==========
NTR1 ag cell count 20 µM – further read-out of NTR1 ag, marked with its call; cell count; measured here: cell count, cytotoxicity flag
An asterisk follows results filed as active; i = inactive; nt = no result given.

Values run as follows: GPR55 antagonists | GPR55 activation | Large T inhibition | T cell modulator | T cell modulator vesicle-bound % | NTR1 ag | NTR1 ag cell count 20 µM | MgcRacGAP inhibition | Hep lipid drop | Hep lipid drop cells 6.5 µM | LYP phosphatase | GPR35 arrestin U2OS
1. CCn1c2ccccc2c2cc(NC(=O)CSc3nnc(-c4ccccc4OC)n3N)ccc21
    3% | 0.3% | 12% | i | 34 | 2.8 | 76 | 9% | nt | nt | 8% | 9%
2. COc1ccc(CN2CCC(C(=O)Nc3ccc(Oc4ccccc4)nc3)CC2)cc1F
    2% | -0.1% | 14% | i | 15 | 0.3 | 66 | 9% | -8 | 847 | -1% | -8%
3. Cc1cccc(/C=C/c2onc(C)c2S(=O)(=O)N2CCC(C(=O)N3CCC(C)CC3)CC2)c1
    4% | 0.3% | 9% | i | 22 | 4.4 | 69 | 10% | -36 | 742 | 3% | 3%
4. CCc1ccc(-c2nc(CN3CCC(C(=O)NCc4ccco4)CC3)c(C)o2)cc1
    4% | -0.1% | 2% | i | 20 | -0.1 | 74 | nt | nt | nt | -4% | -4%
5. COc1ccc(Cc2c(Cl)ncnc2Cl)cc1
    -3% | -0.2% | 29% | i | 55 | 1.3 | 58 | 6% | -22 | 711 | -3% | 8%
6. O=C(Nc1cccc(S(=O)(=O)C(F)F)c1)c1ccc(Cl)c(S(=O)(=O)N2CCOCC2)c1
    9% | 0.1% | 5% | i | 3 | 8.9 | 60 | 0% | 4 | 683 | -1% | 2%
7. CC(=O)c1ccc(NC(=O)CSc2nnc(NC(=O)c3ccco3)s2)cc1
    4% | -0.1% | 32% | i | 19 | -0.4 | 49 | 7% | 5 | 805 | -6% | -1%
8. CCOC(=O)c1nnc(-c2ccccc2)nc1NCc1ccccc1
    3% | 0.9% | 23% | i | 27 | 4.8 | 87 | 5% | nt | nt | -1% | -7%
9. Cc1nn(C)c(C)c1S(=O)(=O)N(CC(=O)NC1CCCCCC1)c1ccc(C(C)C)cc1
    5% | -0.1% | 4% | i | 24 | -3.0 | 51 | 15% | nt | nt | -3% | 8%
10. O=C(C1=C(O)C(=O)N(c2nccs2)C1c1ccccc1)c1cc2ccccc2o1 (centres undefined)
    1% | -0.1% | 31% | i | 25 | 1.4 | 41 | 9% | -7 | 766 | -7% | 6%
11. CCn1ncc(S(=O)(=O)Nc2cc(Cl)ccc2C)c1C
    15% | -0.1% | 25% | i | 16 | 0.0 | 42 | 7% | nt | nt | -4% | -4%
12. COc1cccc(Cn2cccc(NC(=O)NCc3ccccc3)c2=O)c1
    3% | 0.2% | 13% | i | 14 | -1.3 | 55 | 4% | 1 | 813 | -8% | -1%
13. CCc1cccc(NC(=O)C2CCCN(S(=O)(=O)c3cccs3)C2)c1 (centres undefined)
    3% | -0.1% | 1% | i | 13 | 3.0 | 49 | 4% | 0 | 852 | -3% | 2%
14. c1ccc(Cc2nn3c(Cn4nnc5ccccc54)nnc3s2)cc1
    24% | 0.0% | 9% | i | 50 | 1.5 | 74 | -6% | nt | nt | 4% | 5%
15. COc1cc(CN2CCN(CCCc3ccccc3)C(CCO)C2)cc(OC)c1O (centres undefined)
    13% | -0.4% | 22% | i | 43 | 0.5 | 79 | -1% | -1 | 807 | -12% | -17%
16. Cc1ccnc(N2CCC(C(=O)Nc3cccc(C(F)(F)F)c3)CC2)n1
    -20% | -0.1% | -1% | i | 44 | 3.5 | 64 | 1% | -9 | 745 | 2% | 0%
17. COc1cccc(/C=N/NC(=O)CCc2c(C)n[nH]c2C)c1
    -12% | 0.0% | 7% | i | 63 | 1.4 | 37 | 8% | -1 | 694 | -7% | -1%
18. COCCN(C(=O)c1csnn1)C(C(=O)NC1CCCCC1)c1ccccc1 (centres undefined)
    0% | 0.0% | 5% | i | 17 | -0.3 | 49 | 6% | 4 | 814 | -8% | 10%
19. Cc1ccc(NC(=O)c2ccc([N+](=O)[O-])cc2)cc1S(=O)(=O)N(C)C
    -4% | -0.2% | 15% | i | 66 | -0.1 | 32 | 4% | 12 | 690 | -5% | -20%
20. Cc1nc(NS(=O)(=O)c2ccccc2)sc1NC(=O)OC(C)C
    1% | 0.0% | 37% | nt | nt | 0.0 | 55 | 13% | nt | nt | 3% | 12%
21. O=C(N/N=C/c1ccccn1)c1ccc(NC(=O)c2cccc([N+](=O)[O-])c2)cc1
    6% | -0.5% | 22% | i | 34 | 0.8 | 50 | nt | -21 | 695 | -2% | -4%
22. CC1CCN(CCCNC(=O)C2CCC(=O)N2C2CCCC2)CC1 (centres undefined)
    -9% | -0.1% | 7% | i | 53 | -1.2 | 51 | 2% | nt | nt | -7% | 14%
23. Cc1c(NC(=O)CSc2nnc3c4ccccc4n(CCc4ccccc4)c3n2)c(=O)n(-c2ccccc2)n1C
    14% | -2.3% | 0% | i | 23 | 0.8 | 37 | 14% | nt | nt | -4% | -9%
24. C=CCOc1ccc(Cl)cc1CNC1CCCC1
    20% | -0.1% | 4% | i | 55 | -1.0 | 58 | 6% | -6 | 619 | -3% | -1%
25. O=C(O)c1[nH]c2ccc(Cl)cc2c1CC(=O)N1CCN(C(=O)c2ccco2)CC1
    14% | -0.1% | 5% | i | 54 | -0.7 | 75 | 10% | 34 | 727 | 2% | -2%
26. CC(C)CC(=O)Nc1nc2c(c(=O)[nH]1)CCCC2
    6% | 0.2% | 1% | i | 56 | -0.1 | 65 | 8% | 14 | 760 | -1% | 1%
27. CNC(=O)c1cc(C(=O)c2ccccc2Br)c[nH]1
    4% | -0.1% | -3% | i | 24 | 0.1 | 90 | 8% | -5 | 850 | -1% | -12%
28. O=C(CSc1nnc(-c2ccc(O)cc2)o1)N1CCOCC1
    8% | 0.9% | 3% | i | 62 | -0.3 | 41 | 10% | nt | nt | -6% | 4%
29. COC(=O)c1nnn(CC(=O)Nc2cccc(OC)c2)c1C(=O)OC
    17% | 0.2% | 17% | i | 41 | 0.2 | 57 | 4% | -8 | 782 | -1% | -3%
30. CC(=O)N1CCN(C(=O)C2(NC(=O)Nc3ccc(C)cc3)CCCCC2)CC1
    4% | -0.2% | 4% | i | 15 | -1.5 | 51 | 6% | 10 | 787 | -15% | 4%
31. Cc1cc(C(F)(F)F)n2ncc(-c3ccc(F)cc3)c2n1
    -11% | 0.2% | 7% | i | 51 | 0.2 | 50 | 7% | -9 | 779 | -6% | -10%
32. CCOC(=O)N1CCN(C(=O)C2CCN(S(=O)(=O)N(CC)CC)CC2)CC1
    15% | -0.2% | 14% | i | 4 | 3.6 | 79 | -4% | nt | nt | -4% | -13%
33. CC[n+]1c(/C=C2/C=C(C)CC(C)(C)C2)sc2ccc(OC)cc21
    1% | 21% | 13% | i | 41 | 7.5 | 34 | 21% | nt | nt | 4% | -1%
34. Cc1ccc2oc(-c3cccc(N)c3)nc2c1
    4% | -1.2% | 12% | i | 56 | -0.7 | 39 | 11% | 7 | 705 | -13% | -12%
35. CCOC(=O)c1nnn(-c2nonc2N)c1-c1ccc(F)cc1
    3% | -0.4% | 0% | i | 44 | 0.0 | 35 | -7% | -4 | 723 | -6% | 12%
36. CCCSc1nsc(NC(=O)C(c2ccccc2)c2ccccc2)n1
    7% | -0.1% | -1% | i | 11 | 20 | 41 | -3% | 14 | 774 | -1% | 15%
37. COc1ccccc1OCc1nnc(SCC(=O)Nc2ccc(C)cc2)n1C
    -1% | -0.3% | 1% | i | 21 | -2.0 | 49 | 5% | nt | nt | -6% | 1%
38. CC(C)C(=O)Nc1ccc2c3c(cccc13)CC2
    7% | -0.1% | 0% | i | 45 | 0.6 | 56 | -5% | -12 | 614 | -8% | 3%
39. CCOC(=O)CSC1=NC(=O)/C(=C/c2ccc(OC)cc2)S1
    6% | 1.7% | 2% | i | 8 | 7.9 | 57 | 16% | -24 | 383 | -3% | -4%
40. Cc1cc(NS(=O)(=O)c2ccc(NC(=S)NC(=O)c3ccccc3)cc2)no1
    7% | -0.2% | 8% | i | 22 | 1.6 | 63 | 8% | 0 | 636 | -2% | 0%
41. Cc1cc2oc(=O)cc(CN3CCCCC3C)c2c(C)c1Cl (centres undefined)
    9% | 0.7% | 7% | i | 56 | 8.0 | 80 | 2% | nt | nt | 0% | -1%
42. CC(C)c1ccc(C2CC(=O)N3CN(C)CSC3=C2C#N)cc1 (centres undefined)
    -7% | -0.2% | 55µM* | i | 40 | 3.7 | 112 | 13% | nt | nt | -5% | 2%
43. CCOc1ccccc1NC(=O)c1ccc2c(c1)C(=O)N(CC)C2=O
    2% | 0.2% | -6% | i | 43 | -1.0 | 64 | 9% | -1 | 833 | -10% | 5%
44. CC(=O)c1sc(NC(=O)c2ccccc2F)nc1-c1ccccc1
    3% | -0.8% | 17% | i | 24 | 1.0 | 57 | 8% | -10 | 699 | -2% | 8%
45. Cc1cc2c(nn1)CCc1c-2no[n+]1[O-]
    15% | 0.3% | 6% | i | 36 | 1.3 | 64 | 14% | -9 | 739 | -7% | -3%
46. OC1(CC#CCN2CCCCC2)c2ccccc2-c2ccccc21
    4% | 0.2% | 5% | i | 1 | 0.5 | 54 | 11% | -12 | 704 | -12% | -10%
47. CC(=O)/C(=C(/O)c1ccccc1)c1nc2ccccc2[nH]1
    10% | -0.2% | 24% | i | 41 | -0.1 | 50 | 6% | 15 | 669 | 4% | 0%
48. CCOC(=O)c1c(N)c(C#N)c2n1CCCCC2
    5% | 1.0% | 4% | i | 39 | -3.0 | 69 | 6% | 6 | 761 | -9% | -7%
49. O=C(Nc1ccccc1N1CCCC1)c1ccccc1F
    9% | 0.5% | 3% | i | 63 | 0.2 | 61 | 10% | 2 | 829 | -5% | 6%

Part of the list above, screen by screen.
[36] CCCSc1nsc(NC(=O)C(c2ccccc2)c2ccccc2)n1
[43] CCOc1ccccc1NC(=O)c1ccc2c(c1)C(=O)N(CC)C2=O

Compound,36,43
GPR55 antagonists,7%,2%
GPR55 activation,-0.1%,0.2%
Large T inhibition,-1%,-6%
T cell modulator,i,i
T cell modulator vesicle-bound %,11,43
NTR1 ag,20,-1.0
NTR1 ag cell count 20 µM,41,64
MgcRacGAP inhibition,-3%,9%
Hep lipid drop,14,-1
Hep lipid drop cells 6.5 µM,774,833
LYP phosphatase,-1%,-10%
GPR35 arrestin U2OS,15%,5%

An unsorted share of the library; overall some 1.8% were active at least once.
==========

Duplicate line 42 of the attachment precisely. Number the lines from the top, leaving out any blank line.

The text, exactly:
20. Cc1nc(NS(=O)(=O)c2ccccc2)sc1NC(=O)OC(C)C